“Kamani Lal is 30 years old and lives in the Kakarwa village in the Kelwada tehsil of Rajsamand. He lives in a small one room home with his wife and 3 daughters. He owns 3 acres of cultivable land. It has been one and a half years since he returned to his village. He left his studies after passing the 5th standard and his migration occurred when he was 17 to Ahmadabad (Gujarat). In Ahmadabad he was trained in cloth dying, and worked there for four years, with a starting salary of Rs. 3000 per month. He left this job due to the intensity of the toxins of the chemicals being used in the dying of the cloth, which began to take a toll on his health. After spending 6 months in his village, he traveled to Surat and found work as a diamond cutter. Kamani spent 8 years in Surat, where his starting salary was Rs. 4000 per month and he finished at Rs. 6500 per month. Despite being satisfied with his wages, Kamani was compelled to return to his village due to persistent health issues related to the task of diamond cutting. The precision of diamond cutting put great strain on Kamani’s vision, who was working 12 hour days, 7 days a week. When it became unbearable, Kamani returned home to his village. Kamani continues to stay in his village with mounting domestic responsibilities, farm work and persistent health issues relating to his eyesight. Kamani currently has no intention of future migration and his social and economic state continues to be a source of stress.”
Where large scale rural-urban labor movement is now accepted as modern India’s reality, it is a fact that an equally good number of workers keep coming back to their source; often too early in their productive life cycle, and battered by the vagaries of the informal labor market conditions. In the deluge of labor migration to cities, there is a counter flow of people, often in despair, which many of us fail to spot.
The phenomenon of return migration in high-migration belts is significant and deserves attention. A study done by Jatan and Aajeevika Bureau in Relmagra (Rajsamand district, south Rajasthan) in 2006 revealed that out of 263 youth interviewed, 46 % of the youth were early returnees. In most cases, it wasn’t voluntary return. They had come back over-whelmed by the cruel labor market conditions, and failed to resume a productive work-life in the ever livelihood-scarce landscape of their native villages.
Reasons for early return are many. In studies done by Arjan deHaan in West Bengal he finds that “return migration and patterns of circular migration are triggered by unpredictable conditions at the destination and ruptures in domestic situations at the source”. A qualitative investigation of 90 returnees in Udaipur by Aajeevika revealed that 40 per cent of them had come back either due to low wages or withholding of wages by the contractor/employer. Inexperienced, first time migrants fail to clarify terns of payment before entering an employment agreement with a contractor. Migrants often do not log their hours worked and payment owed. When there are no records, employers are able to withhold and pay less than what is earned without accountability. A good number also returned to attend to family emergencies/responsibilities and were unable to resume migration.
Poor health also triggered return for a sizable group. Exhaustive working hours, poor nutrition and occupational hazards (injuries occurring at the workplace) pushed migrants back to the source. In this study, it was observed that return based on health was due to long working hours coupled with poor working conditions. Migrants often work 7 days a week for as many as 20 hours per day, especially if they are being paid on an hourly basis or in proportion to labor performed. For example, in the textile market in Surat, migrants often start work at 7 AM and work until 10 or 11 PM. By the time they return home, prepare food eat and sleep, it is 2 AM. Once they have bathed, washed their clothes and tended to personal matters, there is often very little time for rest and tending to personal matters, let alone negotiating better work conditions.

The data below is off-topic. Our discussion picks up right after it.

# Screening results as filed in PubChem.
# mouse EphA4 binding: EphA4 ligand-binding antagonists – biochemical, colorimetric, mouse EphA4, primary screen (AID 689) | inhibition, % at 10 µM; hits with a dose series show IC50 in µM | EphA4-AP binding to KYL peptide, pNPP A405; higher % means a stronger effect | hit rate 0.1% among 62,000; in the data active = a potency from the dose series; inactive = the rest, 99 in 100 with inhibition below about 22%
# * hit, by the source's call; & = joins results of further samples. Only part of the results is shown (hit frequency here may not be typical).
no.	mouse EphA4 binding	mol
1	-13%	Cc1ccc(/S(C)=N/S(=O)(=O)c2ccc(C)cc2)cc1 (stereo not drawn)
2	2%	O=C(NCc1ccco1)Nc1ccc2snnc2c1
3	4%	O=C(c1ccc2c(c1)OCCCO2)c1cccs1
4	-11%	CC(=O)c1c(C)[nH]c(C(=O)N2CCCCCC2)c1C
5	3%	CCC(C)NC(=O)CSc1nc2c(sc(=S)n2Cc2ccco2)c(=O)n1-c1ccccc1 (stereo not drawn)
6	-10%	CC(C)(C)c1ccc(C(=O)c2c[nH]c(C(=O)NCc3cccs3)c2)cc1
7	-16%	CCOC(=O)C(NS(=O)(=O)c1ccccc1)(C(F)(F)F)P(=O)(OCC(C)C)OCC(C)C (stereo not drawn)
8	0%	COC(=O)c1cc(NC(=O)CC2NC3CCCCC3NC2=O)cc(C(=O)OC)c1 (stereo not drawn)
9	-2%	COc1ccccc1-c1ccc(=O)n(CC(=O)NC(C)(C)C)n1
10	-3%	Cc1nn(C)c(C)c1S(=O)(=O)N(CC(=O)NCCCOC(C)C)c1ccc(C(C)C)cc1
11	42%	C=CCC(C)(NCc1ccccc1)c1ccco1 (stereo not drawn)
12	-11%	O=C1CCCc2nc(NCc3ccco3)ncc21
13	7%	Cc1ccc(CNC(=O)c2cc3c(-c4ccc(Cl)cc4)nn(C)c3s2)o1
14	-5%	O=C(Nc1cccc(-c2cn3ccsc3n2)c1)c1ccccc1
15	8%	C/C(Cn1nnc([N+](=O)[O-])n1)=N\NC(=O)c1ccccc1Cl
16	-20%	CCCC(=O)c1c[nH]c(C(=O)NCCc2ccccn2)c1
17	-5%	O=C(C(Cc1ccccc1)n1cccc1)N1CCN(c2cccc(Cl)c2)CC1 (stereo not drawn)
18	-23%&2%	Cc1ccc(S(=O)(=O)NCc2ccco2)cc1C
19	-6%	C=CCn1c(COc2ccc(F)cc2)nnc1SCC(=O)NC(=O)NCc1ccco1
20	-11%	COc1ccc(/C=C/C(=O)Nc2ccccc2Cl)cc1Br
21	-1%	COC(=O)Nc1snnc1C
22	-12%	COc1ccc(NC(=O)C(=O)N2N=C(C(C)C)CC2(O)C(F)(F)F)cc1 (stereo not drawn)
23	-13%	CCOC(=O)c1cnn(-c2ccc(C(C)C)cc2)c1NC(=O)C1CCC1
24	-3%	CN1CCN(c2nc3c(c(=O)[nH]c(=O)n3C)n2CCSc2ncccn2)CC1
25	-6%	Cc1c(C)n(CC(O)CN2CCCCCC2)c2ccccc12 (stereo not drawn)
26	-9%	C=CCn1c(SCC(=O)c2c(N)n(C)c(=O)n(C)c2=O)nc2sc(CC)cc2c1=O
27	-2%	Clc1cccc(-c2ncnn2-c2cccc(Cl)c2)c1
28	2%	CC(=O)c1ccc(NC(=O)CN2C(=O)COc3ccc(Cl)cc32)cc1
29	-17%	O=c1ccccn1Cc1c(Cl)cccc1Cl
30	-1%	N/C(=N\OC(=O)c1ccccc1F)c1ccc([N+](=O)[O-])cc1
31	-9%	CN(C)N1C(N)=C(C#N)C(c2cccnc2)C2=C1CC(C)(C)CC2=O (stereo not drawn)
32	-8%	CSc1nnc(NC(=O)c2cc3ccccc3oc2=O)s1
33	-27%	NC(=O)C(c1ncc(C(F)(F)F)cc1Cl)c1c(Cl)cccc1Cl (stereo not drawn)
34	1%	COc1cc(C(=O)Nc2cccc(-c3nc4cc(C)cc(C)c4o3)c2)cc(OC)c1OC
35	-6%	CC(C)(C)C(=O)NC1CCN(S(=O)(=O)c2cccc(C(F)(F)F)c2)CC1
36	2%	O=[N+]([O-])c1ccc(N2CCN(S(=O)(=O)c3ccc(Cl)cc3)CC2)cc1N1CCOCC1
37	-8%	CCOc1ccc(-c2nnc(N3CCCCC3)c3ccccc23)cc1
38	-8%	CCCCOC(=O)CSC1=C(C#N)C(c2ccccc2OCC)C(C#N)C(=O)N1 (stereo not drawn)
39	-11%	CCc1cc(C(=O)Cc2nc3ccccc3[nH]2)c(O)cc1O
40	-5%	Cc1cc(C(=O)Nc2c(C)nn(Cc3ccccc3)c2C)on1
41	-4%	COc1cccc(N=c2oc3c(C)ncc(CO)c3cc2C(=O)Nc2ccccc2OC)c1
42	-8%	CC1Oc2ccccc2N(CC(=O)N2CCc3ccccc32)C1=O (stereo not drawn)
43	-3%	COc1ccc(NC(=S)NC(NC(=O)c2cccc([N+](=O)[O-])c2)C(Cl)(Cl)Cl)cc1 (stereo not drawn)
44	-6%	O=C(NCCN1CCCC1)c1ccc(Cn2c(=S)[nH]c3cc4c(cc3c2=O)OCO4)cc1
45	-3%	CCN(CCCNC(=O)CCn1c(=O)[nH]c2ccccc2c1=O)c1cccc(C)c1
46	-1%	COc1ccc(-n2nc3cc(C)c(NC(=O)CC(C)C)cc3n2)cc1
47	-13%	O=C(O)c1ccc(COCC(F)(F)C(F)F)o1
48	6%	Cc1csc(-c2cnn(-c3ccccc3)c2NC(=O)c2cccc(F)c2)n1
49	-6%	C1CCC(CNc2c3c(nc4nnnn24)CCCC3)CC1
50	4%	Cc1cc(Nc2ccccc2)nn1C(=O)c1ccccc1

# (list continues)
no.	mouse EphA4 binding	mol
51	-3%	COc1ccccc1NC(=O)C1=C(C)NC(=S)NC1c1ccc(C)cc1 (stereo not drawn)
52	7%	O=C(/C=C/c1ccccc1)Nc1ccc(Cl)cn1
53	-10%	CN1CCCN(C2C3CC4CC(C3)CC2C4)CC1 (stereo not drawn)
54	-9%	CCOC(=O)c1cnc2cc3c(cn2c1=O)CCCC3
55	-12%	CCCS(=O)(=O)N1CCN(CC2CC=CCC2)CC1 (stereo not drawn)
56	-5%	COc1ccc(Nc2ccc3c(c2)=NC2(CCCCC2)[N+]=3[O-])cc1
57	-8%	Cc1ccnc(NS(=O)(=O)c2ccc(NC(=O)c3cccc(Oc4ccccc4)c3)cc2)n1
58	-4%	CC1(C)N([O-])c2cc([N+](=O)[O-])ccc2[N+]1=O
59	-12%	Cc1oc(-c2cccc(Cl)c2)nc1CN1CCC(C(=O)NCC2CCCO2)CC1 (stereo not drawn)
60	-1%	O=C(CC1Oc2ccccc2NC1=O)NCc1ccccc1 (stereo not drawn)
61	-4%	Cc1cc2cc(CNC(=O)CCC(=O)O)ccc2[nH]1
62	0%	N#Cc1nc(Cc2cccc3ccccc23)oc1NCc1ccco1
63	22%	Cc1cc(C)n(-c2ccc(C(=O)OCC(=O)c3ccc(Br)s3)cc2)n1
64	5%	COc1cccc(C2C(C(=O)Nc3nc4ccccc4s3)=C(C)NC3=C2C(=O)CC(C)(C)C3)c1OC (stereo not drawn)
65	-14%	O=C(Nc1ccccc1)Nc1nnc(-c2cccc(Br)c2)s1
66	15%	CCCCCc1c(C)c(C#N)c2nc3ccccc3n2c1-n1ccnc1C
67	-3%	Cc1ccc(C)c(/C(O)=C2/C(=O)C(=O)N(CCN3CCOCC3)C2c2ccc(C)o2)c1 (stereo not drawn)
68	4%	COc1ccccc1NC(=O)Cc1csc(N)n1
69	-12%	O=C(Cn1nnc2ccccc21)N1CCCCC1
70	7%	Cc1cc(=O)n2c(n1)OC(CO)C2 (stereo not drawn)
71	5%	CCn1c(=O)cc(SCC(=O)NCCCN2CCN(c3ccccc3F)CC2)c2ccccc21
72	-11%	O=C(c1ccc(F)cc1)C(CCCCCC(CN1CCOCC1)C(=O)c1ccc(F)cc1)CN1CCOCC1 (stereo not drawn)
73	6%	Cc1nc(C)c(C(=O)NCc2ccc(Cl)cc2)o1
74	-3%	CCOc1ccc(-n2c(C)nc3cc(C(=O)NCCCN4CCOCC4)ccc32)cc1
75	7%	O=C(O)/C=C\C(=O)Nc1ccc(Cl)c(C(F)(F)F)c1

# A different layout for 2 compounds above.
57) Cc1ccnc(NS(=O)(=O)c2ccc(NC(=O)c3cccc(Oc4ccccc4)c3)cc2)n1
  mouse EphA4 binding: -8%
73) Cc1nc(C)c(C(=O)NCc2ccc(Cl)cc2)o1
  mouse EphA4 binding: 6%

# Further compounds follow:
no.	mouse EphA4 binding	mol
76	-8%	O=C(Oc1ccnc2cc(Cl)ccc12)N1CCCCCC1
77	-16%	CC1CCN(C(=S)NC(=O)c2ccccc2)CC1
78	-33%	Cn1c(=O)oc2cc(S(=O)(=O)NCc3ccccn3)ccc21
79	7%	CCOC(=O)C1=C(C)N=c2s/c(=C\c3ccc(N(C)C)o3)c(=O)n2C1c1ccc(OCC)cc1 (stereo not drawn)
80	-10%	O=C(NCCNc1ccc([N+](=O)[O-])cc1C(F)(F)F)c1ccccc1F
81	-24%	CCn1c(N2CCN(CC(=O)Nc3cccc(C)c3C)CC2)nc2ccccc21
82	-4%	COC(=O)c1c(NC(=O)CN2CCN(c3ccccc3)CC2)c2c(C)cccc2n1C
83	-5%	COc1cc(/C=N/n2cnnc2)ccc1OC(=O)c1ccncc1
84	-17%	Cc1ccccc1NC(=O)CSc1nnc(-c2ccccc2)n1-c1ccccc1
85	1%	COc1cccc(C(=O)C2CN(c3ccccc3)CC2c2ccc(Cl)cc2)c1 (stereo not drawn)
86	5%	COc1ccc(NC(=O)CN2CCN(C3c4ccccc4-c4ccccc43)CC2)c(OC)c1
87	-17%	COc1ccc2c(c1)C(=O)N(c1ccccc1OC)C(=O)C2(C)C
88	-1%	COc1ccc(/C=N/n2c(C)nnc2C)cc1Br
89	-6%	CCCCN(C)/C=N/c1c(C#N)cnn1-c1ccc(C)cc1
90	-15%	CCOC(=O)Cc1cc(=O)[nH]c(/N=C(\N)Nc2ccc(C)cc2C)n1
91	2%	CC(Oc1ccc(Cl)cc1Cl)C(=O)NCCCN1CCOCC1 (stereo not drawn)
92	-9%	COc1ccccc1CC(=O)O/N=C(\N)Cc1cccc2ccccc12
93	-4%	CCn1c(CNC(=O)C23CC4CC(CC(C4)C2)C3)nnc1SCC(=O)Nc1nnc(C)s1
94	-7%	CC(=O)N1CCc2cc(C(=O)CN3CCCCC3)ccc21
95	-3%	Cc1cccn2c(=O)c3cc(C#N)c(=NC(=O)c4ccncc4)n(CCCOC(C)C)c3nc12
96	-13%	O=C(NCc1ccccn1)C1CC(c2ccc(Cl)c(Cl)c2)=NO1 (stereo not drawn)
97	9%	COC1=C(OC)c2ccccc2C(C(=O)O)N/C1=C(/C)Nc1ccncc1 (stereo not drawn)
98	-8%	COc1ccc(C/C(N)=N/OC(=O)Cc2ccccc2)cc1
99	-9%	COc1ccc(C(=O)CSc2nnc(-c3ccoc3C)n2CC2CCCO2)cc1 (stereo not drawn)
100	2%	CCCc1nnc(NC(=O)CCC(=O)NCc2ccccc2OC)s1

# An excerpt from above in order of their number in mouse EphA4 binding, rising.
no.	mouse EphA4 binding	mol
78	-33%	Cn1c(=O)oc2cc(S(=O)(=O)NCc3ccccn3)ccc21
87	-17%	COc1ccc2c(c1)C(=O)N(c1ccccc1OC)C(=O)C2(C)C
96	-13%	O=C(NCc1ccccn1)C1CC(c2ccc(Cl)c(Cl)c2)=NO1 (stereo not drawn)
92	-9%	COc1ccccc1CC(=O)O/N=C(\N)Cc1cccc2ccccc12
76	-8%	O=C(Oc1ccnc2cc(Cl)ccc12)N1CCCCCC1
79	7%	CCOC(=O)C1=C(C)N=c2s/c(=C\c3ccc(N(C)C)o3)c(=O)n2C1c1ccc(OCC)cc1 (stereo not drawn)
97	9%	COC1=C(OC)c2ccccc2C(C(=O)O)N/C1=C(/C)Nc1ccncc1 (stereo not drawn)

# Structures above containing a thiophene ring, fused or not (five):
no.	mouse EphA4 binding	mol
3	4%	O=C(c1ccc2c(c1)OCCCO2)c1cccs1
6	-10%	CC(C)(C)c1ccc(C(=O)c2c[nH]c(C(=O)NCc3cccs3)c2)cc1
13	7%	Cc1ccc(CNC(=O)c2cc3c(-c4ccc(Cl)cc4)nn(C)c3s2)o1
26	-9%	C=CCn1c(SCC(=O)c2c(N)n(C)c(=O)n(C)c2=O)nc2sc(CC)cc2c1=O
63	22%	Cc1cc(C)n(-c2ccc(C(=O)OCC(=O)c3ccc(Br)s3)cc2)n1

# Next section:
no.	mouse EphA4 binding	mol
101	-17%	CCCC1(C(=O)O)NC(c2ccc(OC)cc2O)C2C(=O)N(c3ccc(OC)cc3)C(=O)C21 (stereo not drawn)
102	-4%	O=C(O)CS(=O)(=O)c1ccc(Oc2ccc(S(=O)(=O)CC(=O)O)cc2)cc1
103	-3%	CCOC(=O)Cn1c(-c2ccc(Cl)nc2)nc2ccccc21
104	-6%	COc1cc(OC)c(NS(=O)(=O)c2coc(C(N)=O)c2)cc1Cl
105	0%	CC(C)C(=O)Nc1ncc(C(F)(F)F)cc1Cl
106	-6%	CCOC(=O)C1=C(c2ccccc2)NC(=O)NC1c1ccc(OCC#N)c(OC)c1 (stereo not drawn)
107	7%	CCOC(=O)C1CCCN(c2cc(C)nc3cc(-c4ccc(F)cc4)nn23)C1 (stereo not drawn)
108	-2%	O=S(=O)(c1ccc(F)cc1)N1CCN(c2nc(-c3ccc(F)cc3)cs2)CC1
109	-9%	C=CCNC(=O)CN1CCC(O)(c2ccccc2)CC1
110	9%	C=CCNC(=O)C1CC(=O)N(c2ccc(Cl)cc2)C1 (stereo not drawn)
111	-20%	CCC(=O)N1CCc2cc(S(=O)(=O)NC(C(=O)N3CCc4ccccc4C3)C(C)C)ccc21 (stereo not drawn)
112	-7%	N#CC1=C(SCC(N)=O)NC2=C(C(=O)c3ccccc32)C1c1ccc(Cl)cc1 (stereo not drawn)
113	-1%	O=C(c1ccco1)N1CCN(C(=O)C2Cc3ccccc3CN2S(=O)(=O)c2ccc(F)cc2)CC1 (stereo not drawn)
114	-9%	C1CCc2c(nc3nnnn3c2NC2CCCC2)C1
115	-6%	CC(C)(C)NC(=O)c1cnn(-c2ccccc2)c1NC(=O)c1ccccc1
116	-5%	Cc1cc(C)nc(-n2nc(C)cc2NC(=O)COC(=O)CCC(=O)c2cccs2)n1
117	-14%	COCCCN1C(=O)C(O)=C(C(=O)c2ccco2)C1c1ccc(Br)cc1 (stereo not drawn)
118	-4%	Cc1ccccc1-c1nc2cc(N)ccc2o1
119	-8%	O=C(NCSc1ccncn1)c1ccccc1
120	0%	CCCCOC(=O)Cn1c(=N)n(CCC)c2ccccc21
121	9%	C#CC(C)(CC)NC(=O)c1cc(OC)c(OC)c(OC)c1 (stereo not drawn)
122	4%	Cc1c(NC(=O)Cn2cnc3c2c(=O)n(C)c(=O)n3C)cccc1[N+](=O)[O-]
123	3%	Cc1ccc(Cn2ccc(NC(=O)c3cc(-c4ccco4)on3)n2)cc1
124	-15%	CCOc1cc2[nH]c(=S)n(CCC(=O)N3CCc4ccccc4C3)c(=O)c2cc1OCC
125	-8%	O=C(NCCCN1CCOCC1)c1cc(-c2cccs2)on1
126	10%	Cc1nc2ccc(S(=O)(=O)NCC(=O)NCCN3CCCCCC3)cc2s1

Early return is a complex and multi-layered issue that often destabilizes the social, economic and psychological well-being of a migrant. Of the 90 migrants surveyed, the study found that 49 % were in a vulnerable state – migrants whose current livelihood options were under duress, and future livelihood options were minimal. Many returnees, during the study, expressed a sense of disenfranchisement and uncertainty about their future. Exposure to harsh working conditions and unanticipated challenges at a very early age (average age of first migration for the sample was 17) had negative impacts of the self-confidence, dulling the vibrance akin to this age group.
At Aajeevika, we’ve found returnees to be an invisible yet highly vulnerable group in need of special attention. A premature exposure to informal labor market conditions has led them astray and there is a pressing need to bring them to the mainstream. Some of the possible ways to engage further with this group could be building their skill-sets, rebuilding their confidence, and encouraging self-enterprise with help of financial services. Efforts are being made to develop focus within the existing interventions on this group. For example, in our skill-training work, while spelling our target group we’ve tried to maintain a special focus on returnees. More, however, needs to be done.
– Simmi Dixit and Amrita Sharma, Aajeevika Bureau. Simmi worked as a volunteer for Aajeevika Bureau for a year.